• Gray wolves, also called timber wolves, once thrived in North America and could be found in various places throughout the world. Today the population of gray wolves has been drastically reduced, creating discord in their delicately balanced food webs.


    Carnivorous gray wolves, meaning they eat meat, consume a wide range of animals, from creatures as small as field mice to larger prey that require the combined effort of the wolf pack to bring down.

    Balance in the Food Web

    Gray wolves maintain balance in their own food webs by reducing the numbers of herbivores (plant-eating animals). Without gray wolves, the herbivore population grows unchecked, creating a food shortage for all the animals that rely on plants for sustenance.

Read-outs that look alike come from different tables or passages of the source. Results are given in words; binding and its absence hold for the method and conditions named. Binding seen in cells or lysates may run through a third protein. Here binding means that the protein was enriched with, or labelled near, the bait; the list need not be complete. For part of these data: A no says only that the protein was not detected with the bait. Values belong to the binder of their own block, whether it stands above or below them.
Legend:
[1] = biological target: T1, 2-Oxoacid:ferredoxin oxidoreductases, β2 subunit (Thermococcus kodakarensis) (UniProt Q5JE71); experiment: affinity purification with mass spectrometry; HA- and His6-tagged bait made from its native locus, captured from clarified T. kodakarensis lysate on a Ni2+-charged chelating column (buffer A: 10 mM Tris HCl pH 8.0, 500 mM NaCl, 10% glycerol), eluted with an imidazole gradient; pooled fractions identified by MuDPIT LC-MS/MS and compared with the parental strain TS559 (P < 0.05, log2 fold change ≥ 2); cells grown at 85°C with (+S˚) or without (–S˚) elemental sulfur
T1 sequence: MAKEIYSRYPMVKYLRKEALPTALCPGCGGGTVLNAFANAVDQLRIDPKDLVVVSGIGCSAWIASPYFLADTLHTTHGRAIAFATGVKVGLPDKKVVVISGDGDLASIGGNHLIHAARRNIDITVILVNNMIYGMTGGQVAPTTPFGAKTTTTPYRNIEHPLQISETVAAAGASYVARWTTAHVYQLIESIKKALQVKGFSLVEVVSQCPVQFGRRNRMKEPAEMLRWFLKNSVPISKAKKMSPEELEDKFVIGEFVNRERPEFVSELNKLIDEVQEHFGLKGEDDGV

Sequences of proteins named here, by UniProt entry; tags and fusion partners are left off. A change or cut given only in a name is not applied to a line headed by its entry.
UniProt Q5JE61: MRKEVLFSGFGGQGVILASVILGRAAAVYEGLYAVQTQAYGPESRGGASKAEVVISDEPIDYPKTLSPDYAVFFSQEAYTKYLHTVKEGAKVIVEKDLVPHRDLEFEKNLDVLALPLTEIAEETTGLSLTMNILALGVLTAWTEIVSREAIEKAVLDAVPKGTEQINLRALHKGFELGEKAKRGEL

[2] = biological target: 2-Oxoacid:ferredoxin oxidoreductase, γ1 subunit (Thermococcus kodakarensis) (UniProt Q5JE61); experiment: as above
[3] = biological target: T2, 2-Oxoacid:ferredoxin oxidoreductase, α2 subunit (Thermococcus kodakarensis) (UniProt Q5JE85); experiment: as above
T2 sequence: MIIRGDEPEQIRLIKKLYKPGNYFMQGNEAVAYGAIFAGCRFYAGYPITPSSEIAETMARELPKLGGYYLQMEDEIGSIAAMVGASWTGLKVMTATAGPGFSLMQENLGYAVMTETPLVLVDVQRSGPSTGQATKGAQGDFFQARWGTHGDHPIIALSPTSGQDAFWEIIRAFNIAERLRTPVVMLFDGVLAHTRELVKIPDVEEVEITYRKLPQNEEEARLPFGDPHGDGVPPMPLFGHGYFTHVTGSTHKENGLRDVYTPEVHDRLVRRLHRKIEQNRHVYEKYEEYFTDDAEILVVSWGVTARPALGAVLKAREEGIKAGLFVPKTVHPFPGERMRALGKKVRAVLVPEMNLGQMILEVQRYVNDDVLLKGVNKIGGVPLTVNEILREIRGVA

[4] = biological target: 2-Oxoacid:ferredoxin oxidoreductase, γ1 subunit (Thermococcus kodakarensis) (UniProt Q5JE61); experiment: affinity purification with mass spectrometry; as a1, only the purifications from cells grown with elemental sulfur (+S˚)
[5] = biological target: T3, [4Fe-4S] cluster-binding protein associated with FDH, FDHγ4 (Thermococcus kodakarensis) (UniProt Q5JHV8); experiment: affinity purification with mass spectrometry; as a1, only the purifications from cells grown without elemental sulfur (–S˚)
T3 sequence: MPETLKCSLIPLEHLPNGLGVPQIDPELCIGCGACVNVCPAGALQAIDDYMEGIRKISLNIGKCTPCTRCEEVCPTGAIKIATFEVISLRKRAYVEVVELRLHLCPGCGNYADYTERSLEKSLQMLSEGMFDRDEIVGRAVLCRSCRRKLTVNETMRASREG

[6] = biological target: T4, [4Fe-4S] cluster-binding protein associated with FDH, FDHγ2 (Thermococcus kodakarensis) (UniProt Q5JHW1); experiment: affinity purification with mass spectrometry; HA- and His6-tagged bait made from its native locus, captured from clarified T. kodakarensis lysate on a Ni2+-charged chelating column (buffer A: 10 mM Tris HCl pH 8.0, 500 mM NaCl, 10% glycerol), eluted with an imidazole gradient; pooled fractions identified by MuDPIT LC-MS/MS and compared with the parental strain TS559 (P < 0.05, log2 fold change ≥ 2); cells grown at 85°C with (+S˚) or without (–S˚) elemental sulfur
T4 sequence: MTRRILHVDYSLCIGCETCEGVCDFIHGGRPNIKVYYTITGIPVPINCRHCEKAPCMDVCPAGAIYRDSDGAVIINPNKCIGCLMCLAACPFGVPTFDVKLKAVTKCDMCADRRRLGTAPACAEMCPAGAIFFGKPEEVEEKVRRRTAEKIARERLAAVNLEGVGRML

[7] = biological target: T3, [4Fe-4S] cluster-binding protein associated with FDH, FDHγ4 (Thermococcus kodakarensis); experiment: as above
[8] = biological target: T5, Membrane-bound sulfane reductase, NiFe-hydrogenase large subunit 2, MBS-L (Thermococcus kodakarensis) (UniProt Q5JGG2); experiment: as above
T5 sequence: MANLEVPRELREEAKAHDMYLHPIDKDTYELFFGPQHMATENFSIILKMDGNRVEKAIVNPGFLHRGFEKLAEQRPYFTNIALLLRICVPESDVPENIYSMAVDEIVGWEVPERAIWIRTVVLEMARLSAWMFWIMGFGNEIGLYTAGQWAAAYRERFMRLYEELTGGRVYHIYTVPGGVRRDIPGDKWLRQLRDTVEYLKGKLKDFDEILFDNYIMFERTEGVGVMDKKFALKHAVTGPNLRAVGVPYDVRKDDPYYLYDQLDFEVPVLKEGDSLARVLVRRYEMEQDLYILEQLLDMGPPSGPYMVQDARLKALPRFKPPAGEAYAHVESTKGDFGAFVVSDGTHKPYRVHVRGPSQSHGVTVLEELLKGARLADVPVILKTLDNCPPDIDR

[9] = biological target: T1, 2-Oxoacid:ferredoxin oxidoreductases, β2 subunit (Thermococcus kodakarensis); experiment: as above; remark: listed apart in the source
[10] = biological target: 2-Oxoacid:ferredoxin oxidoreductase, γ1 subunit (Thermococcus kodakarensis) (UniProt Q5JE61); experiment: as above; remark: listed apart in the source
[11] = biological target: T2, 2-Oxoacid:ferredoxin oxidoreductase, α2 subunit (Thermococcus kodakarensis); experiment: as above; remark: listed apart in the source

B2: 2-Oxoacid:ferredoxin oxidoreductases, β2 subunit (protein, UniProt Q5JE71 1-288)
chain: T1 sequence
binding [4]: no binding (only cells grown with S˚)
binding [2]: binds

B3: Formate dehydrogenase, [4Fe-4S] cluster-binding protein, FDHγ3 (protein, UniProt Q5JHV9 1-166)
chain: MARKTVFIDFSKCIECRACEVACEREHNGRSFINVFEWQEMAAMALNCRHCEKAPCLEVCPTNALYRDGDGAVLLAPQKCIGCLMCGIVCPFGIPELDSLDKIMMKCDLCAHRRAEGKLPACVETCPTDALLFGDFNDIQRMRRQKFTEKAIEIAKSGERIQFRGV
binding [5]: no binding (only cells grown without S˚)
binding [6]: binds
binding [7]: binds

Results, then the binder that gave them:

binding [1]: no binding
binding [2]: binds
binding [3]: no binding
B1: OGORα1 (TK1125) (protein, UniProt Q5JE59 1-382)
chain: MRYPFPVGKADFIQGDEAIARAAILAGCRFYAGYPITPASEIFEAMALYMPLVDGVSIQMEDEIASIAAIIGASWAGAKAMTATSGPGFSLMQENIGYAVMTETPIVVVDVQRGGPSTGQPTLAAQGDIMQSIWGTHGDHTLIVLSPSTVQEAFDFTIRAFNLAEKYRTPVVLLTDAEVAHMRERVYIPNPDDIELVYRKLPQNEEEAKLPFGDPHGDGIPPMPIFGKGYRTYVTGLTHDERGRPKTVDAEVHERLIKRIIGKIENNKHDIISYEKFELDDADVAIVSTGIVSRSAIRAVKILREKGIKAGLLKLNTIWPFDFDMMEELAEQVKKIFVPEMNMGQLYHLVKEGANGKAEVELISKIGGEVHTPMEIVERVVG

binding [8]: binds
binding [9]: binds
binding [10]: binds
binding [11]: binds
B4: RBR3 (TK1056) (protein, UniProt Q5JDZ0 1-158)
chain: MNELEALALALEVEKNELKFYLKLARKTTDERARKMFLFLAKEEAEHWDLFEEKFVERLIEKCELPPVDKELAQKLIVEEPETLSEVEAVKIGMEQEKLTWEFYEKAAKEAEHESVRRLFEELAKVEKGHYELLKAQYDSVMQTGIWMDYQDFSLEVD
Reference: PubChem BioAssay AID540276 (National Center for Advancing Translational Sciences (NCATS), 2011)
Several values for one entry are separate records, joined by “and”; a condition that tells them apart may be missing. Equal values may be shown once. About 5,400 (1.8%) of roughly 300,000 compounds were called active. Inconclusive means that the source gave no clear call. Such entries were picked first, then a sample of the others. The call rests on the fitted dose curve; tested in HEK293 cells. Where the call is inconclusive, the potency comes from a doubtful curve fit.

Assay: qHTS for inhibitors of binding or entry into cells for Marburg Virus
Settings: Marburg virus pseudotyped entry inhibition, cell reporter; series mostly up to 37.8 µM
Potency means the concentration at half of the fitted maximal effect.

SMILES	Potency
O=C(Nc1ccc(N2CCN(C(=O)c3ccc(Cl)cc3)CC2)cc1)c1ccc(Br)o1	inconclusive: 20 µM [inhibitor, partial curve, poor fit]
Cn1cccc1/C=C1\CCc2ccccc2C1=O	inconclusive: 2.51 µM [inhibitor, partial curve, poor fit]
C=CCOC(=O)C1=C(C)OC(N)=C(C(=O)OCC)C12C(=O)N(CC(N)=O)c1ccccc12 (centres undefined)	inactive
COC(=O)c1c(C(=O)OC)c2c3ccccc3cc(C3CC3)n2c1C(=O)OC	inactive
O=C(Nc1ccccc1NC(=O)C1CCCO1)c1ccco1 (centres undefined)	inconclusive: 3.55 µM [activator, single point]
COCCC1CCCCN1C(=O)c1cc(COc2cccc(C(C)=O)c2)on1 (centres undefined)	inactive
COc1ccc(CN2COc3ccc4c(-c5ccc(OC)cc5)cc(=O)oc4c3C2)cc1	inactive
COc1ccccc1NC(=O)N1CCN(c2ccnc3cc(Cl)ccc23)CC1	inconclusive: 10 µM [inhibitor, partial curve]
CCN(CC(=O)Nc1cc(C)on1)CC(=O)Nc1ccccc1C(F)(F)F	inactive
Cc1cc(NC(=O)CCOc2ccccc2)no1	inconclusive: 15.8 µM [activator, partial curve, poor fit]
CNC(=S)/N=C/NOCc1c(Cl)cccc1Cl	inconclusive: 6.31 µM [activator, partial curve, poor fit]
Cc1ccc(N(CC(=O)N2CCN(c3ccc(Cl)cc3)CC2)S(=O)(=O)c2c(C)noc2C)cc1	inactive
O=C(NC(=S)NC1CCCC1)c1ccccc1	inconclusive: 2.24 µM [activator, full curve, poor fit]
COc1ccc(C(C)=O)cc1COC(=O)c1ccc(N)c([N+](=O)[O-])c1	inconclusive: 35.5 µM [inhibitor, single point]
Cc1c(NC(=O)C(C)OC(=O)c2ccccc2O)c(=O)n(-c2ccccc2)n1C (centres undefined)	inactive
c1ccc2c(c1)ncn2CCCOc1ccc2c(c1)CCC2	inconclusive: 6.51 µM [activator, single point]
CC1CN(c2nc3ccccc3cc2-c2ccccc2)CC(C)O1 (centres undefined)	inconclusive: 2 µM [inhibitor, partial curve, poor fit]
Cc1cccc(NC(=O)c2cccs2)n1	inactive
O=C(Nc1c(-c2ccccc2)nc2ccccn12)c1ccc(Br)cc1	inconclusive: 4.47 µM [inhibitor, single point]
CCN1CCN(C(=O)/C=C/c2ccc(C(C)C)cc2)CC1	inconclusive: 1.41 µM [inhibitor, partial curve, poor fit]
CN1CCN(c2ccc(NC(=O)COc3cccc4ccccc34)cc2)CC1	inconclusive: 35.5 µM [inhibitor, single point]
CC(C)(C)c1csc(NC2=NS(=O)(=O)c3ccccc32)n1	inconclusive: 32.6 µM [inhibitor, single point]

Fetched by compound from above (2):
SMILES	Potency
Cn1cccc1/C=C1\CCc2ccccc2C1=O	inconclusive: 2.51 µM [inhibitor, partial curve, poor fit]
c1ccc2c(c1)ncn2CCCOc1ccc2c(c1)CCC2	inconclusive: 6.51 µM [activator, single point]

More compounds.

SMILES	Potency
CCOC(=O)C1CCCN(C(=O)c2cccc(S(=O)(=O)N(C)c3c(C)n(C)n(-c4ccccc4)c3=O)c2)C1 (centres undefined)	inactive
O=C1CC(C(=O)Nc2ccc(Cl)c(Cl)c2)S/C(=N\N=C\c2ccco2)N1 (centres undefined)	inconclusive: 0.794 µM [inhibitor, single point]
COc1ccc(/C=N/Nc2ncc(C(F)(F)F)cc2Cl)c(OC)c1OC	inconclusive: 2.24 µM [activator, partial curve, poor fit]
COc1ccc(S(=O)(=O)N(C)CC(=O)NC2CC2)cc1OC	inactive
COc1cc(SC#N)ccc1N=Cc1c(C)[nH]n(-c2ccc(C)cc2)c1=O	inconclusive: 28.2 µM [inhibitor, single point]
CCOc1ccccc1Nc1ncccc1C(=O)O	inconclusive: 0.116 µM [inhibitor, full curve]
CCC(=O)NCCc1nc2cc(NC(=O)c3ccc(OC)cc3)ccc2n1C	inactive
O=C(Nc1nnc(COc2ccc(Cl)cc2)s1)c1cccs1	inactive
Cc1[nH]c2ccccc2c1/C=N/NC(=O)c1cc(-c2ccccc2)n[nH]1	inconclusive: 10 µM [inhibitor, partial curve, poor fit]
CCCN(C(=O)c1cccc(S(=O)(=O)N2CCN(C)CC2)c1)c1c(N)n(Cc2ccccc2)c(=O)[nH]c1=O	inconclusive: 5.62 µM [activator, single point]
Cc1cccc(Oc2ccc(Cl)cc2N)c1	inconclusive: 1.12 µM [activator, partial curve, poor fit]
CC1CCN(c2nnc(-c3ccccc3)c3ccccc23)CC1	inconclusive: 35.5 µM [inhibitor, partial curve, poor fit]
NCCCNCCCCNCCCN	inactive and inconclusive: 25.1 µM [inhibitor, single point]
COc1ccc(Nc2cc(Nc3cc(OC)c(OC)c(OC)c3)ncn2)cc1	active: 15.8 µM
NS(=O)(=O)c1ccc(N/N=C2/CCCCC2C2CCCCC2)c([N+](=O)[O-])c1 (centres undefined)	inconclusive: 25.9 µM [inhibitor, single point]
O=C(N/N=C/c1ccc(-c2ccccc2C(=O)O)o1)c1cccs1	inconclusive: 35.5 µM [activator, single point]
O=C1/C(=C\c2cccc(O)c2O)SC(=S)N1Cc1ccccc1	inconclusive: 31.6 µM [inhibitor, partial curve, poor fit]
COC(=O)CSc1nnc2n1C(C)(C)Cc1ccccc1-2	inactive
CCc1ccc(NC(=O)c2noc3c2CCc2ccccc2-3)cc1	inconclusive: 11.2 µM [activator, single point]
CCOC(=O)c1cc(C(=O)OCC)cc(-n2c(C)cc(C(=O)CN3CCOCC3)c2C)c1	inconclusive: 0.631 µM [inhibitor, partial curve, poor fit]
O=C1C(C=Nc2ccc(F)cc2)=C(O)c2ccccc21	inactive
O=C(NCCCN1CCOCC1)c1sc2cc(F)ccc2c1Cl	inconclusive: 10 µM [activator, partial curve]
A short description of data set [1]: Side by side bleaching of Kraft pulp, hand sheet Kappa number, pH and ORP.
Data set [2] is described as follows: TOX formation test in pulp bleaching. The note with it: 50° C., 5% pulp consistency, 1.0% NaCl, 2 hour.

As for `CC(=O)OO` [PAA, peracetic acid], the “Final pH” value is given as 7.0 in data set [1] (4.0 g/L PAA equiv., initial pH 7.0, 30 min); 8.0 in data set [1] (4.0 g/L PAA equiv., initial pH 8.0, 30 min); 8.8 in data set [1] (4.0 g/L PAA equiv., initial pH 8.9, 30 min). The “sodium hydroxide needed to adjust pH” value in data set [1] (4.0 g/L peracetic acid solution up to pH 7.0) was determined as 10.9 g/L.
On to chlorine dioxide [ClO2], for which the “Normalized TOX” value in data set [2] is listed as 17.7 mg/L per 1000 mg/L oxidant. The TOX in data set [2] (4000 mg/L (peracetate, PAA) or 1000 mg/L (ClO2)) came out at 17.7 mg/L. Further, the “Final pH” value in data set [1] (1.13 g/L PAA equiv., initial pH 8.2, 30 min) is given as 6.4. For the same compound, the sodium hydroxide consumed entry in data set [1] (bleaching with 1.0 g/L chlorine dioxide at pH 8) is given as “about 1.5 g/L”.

Wolf Population Threat

    Wolves were once perceived as a threat to humans because they would occasionally kill livestock or deer in their quest for food. Humans responded by slaughtering many wolf populations, driving them near the point of extinction.


    Many Native American groups revere the gray wolf for its spiritual importance as well as its ecological relevance.


    Many nations have begun reintroducing wolves to their ecosystems. Now gray wolves can be found in Russia, Finland, Spain and even Rome.


    The Wild Ones

    Conservation Science Institute

    U.S. Fish and Wildlife Services

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